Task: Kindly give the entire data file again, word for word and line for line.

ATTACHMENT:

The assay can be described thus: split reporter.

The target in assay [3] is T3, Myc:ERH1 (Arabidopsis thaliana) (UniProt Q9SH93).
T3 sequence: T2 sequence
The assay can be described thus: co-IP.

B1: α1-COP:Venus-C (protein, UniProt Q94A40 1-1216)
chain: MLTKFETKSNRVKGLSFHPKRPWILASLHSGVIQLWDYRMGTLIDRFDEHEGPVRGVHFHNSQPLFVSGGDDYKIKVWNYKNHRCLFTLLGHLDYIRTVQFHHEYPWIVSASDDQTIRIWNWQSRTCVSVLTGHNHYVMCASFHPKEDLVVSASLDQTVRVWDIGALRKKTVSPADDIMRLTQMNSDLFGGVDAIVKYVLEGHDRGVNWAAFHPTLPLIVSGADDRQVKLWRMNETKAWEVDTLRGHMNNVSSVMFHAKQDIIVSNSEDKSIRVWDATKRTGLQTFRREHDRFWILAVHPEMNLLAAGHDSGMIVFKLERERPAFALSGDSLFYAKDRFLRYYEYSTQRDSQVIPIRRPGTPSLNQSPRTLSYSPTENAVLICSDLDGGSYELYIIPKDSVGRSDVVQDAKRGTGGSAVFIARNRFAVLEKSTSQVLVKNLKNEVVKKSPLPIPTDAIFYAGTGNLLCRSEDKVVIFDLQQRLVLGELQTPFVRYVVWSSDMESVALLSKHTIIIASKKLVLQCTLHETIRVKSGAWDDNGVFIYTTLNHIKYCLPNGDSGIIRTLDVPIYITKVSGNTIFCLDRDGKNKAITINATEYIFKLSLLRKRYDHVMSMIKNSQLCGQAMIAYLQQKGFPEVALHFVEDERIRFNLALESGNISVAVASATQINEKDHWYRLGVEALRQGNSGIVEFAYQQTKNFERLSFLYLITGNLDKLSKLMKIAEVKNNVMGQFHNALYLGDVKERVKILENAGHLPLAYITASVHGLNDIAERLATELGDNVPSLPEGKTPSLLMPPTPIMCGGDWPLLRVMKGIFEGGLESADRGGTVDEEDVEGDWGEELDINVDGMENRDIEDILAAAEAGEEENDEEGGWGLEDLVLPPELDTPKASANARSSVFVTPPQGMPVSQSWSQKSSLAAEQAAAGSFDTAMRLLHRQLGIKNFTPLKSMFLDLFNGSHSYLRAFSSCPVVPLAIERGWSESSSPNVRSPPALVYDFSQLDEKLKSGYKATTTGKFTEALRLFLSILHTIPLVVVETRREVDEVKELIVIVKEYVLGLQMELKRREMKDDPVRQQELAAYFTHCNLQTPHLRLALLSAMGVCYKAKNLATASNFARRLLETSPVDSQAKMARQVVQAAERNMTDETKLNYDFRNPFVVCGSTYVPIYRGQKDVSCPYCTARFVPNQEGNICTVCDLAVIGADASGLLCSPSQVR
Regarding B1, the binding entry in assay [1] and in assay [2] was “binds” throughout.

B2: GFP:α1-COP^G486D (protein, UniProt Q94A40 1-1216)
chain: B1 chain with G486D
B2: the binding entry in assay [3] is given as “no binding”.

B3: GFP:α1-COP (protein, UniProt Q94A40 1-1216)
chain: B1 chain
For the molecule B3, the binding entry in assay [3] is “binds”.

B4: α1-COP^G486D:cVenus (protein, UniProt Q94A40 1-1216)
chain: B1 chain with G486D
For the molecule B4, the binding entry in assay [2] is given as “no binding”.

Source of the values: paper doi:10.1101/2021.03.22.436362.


The assay can be described thus: split reporter.

The target in assay [3] is T3, Myc:ERH1 (Arabidopsis thaliana) (UniProt Q9SH93).
T3 sequence: T2 sequence
The assay can be described thus: co-IP.

B1: α1-COP:Venus-C (protein, UniProt Q94A40 1-1216)
chain: MLTKFETKSNRVKGLSFHPKRPWILASLHSGVIQLWDYRMGTLIDRFDEHEGPVRGVHFHNSQPLFVSGGDDYKIKVWNYKNHRCLFTLLGHLDYIRTVQFHHEYPWIVSASDDQTIRIWNWQSRTCVSVLTGHNHYVMCASFHPKEDLVVSASLDQTVRVWDIGALRKKTVSPADDIMRLTQMNSDLFGGVDAIVKYVLEGHDRGVNWAAFHPTLPLIVSGADDRQVKLWRMNETKAWEVDTLRGHMNNVSSVMFHAKQDIIVSNSEDKSIRVWDATKRTGLQTFRREHDRFWILAVHPEMNLLAAGHDSGMIVFKLERERPAFALSGDSLFYAKDRFLRYYEYSTQRDSQVIPIRRPGTPSLNQSPRTLSYSPTENAVLICSDLDGGSYELYIIPKDSVGRSDVVQDAKRGTGGSAVFIARNRFAVLEKSTSQVLVKNLKNEVVKKSPLPIPTDAIFYAGTGNLLCRSEDKVVIFDLQQRLVLGELQTPFVRYVVWSSDMESVALLSKHTIIIASKKLVLQCTLHETIRVKSGAWDDNGVFIYTTLNHIKYCLPNGDSGIIRTLDVPIYITKVSGNTIFCLDRDGKNKAITINATEYIFKLSLLRKRYDHVMSMIKNSQLCGQAMIAYLQQKGFPEVALHFVEDERIRFNLALESGNISVAVASATQINEKDHWYRLGVEALRQGNSGIVEFAYQQTKNFERLSFLYLITGNLDKLSKLMKIAEVKNNVMGQFHNALYLGDVKERVKILENAGHLPLAYITASVHGLNDIAERLATELGDNVPSLPEGKTPSLLMPPTPIMCGGDWPLLRVMKGIFEGGLESADRGGTVDEEDVEGDWGEELDINVDGMENRDIEDILAAAEAGEEENDEEGGWGLEDLVLPPELDTPKASANARSSVFVTPPQGMPVSQSWSQKSSLAAEQAAAGSFDTAMRLLHRQLGIKNFTPLKSMFLDLFNGSHSYLRAFSSCPVVPLAIERGWSESSSPNVRSPPALVYDFSQLDEKLKSGYKATTTGKFTEALRLFLSILHTIPLVVVETRREVDEVKELIVIVKEYVLGLQMELKRREMKDDPVRQQELAAYFTHCNLQTPHLRLALLSAMGVCYKAKNLATASNFARRLLETSPVDSQAKMARQVVQAAERNMTDETKLNYDFRNPFVVCGSTYVPIYRGQKDVSCPYCTARFVPNQEGNICTVCDLAVIGADASGLLCSPSQVR
Regarding B1, the binding entry in assay [1] and in assay [2] was “binds” throughout.

B2: GFP:α1-COP^G486D (protein, UniProt Q94A40 1-1216)
chain: B1 chain with G486D
B2: the binding entry in assay [3] is given as “no binding”.

B3: GFP:α1-COP (protein, UniProt Q94A40 1-1216)
chain: B1 chain
For the molecule B3, the binding entry in assay [3] is “binds”.

B4: α1-COP^G486D:cVenus (protein, UniProt Q94A40 1-1216)
chain: B1 chain with G486D
For the molecule B4, the binding entry in assay [2] is given as “no binding”.

Source of the values: paper doi:10.1101/2021.03.22.436362.